But they can be created any time there’s a poorly controlled fire involving chlorine, which is why the derailment and cloud of smoke in East Palestine are of such concern.
Five of the derailed cars in East Palestine contained vinyl chloride.
“When you burn vinyl chloride, you can generate quite a lot of dioxins,” said Linda Birnbaum, a toxicologist and a former director of the National Institute of Environmental Health Sciences.
She said it’s possible that residents of East Palestine and its surrounding areas could have inhaled dioxins in the cloud of smoke created in the incident.
Any dioxins produced could settle in soil and water where the smoke traveled. There, they could begin to affect animals, contaminate locally produced foods and pose a risk for anyone working or playing with the soil.
“If you eat it, it goes down to your body and basically gets into your liver and stuff and distributes throughout your body,” Birnbaum said.
Dioxins are stored in fat tissue and can remain for years inside a body, she said.
Health conditions can manifest decades after exposure. In 1976 in Seveso, Italy, a chemical plant exploded, leaking dioxins into nearby towns. About 200 people developed cases of chloracne, a skin condition that looks like acne and forms only in the most serious exposures.
Studies of residents decades later reported increases in cancer risks, deaths from diabetes and effects on fertility.
After dioxins were sprayed throughout the town of Times Beach, the federal government bought out the entire town in 1983 and relocated its residents. After more than a decade of cleanup, the emptied town became a state park.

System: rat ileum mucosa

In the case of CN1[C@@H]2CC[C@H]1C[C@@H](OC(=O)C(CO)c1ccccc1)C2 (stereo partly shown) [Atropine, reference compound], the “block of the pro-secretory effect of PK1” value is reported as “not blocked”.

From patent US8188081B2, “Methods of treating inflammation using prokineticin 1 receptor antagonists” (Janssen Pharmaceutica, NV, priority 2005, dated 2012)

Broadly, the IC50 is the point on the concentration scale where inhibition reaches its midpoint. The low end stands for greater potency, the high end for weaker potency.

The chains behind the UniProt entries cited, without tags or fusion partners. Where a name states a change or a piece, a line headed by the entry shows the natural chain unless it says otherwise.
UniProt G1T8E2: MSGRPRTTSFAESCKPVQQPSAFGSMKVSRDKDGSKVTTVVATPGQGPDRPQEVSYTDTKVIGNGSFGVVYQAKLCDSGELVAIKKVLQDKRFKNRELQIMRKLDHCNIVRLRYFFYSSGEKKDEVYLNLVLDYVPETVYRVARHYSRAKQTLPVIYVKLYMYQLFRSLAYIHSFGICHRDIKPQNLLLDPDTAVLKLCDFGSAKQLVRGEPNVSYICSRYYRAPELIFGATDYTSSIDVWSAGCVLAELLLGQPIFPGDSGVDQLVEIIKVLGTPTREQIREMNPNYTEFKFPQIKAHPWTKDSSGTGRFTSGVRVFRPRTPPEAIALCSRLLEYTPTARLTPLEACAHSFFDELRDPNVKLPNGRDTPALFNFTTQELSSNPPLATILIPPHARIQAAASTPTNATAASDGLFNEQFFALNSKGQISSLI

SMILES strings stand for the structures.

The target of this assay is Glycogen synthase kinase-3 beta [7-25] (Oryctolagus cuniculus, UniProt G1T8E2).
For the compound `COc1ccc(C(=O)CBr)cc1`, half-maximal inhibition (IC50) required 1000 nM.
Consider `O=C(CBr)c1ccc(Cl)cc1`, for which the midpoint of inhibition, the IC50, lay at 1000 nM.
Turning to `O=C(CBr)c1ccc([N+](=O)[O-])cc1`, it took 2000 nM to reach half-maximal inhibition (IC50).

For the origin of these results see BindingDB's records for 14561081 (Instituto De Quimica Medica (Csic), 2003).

The EPA in 1996 began the process to relocate the residents in a neighborhood of Pensacola, away from “Mount Dioxin” — a mound of contaminated soil that had been left behind by an abandoned wood treatment plant. The cleanup has taken nearly three decades.
The EPA released its first health assessment of dioxins in 1985, which identified the compounds as likely carcinogens. The agency regulates their levels in drinking water and soil; the Food and Drug Administration monitors for dioxins in the food supply.
“Because of the regulations that have gone in effect, levels have dropped dramatically,” Birnbaum said, estimating that average people’s bodies contain about one-tenth as much dioxin than they did 30 to 40 years ago. “There’s international consensus that dioxins are bad chemicals, and we don’t want to have them.”
Experts said a sampling program for East Palestine would require careful design and very sensitive testing because even tiny amounts of dioxins can be dangerous.
Birnbaum said dioxins in the soil should be tested down to levels in parts per trillion, meaning that they could detect one dioxin amid a trillion other particles. Drinking water samples require even more perceptive testing.
“The concentrations of dioxin which can cause adverse effects in people are extremely low. You’re trying to measure things at very low levels. You need sensitive methodologies,” Birnbaum said.
Experts said a transparent sampling plan should be made available to the public.
“Are they going to sample the air, the soil, the sediment, the water? What are they going to sample and how many locations will they sample?” said Stephen Lester, a toxicologist and the science director of the Center for Health, Environment & Justice. “Sampling results are only as good as the sampling procedures.”
Schettler questioned whether Norfolk Southern should be overseeing sampling efforts, given the legal and economic implications if dioxins are discovered and the scientific precision needed for public confidence.
“Norfolk should pay for the analysis; the public shouldn’t pay for it. But Norfolk Southern shouldn’t do the analysis,” Schettler said. “It really needs to be done by the agency or a disinterested third party.”